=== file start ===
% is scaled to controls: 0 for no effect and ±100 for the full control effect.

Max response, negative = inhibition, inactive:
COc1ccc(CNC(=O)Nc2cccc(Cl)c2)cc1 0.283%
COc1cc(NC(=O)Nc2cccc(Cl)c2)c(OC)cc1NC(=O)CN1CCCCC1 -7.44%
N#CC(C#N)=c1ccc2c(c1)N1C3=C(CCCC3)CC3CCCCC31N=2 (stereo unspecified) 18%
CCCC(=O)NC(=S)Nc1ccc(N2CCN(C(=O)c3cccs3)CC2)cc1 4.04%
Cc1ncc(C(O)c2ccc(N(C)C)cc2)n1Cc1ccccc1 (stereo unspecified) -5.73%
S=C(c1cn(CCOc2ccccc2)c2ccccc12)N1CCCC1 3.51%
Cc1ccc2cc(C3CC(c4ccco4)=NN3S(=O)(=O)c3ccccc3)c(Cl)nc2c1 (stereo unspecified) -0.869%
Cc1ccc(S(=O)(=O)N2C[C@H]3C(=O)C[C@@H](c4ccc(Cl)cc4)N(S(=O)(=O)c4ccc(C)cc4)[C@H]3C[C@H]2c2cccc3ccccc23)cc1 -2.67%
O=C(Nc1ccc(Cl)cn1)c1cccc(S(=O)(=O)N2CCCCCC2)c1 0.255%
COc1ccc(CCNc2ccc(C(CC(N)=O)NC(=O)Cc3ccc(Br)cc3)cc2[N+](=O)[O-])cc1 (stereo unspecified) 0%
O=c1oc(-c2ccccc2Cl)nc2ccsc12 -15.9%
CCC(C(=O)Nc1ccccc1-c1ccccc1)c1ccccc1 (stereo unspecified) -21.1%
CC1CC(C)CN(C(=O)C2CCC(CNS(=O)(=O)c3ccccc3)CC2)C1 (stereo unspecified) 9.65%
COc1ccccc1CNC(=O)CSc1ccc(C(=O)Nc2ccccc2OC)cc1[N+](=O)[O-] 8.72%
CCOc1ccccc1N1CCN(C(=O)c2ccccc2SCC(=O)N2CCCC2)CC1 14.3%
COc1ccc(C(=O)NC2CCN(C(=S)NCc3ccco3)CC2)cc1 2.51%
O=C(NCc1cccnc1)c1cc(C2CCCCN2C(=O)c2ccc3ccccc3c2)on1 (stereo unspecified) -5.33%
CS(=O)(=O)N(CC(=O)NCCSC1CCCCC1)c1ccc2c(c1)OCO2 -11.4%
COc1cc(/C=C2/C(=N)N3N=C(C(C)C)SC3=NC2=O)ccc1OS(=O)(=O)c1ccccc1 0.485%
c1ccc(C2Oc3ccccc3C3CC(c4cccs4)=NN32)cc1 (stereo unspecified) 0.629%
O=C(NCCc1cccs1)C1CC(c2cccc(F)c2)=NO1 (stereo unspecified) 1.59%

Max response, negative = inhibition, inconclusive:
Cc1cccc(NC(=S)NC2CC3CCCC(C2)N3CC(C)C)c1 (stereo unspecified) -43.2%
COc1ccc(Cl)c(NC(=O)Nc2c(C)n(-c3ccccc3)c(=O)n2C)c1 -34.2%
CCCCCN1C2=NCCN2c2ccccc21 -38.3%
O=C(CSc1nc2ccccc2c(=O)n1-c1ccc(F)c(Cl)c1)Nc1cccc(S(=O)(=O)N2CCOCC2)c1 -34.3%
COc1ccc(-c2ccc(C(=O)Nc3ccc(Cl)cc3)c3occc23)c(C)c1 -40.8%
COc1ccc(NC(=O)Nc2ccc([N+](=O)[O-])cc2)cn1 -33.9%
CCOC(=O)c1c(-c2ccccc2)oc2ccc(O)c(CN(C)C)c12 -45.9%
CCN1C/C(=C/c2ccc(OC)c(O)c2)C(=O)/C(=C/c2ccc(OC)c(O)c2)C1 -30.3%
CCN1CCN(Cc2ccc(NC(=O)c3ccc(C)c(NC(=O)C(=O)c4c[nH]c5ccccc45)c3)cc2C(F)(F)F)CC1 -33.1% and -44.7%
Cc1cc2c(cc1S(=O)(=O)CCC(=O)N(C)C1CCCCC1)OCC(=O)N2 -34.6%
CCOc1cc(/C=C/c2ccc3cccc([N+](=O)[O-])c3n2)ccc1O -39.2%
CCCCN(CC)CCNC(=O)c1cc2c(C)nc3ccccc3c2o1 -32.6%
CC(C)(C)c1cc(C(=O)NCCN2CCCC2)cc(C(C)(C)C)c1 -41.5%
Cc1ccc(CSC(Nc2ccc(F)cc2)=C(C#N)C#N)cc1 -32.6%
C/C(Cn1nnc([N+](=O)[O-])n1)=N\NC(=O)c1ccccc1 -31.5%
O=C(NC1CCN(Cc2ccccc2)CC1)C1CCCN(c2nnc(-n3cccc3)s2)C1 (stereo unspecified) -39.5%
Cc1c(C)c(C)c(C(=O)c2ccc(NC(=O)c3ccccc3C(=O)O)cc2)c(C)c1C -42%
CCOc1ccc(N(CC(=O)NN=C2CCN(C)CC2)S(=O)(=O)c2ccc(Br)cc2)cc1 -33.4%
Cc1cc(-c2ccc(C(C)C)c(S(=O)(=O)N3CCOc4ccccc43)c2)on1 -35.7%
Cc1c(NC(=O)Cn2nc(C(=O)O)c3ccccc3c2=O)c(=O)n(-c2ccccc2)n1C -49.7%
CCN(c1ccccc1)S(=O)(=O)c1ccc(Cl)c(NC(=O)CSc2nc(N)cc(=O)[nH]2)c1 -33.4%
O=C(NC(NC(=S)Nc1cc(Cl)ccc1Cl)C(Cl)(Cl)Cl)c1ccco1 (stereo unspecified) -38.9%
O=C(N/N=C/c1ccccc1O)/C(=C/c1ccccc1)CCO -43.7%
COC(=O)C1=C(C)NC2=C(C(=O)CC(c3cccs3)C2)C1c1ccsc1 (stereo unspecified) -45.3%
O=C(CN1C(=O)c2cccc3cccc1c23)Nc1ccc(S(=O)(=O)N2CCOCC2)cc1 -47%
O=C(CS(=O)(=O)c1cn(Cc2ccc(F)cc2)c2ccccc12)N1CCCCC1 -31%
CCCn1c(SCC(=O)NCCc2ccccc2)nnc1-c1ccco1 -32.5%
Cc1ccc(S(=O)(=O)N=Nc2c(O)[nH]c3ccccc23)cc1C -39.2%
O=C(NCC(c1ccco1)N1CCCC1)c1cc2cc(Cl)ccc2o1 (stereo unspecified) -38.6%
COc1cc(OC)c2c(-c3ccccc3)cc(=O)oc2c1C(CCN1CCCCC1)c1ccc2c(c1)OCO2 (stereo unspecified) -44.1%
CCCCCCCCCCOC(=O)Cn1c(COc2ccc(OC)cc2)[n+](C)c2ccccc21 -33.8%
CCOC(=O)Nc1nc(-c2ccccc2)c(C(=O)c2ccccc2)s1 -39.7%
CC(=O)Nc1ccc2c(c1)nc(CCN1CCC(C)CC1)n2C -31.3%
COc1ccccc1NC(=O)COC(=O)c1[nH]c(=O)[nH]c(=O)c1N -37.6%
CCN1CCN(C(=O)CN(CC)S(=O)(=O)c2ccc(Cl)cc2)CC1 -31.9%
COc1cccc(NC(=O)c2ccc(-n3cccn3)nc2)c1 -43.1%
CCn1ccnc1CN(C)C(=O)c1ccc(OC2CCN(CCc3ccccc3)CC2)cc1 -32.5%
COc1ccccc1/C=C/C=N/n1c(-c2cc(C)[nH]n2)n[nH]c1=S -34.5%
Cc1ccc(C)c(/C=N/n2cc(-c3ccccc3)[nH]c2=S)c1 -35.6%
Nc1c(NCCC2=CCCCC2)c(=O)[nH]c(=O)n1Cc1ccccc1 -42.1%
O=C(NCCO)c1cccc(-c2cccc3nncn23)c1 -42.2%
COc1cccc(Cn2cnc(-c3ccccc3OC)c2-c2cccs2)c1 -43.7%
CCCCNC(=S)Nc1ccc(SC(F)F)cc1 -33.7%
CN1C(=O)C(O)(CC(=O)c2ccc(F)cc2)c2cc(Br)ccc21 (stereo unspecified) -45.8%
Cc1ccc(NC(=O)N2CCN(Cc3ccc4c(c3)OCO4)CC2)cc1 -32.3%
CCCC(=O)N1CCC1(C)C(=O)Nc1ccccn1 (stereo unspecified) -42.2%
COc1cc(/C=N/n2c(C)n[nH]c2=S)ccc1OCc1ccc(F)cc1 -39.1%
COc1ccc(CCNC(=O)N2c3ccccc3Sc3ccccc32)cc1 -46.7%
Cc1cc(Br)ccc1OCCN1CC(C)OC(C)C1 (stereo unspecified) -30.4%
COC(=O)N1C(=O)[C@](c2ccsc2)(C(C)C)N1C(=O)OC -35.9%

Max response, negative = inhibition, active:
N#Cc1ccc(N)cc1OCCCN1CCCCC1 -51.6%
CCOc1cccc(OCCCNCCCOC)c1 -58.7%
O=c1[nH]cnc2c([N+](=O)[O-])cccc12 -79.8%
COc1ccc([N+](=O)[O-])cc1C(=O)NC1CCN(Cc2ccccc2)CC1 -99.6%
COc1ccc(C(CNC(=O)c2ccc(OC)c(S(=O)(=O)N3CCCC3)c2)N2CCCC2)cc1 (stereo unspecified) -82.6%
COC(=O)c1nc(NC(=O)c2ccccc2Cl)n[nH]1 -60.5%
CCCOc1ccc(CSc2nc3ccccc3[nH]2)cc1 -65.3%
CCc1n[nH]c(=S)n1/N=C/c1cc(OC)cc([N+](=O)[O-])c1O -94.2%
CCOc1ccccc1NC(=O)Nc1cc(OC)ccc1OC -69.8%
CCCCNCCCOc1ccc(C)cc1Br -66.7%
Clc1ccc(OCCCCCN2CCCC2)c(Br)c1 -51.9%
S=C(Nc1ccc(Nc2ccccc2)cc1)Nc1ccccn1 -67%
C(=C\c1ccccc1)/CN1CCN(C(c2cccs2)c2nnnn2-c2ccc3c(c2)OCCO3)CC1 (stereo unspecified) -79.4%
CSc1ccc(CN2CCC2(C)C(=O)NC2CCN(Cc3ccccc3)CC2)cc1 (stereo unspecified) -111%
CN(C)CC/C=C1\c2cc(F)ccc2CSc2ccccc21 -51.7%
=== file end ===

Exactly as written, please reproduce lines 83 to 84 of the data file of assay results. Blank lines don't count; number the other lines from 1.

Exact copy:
CCc1n[nH]c(=S)n1/N=C/c1cc(OC)cc([N+](=O)[O-])c1O -94.2%
CCOc1ccccc1NC(=O)Nc1cc(OC)ccc1OC -69.8%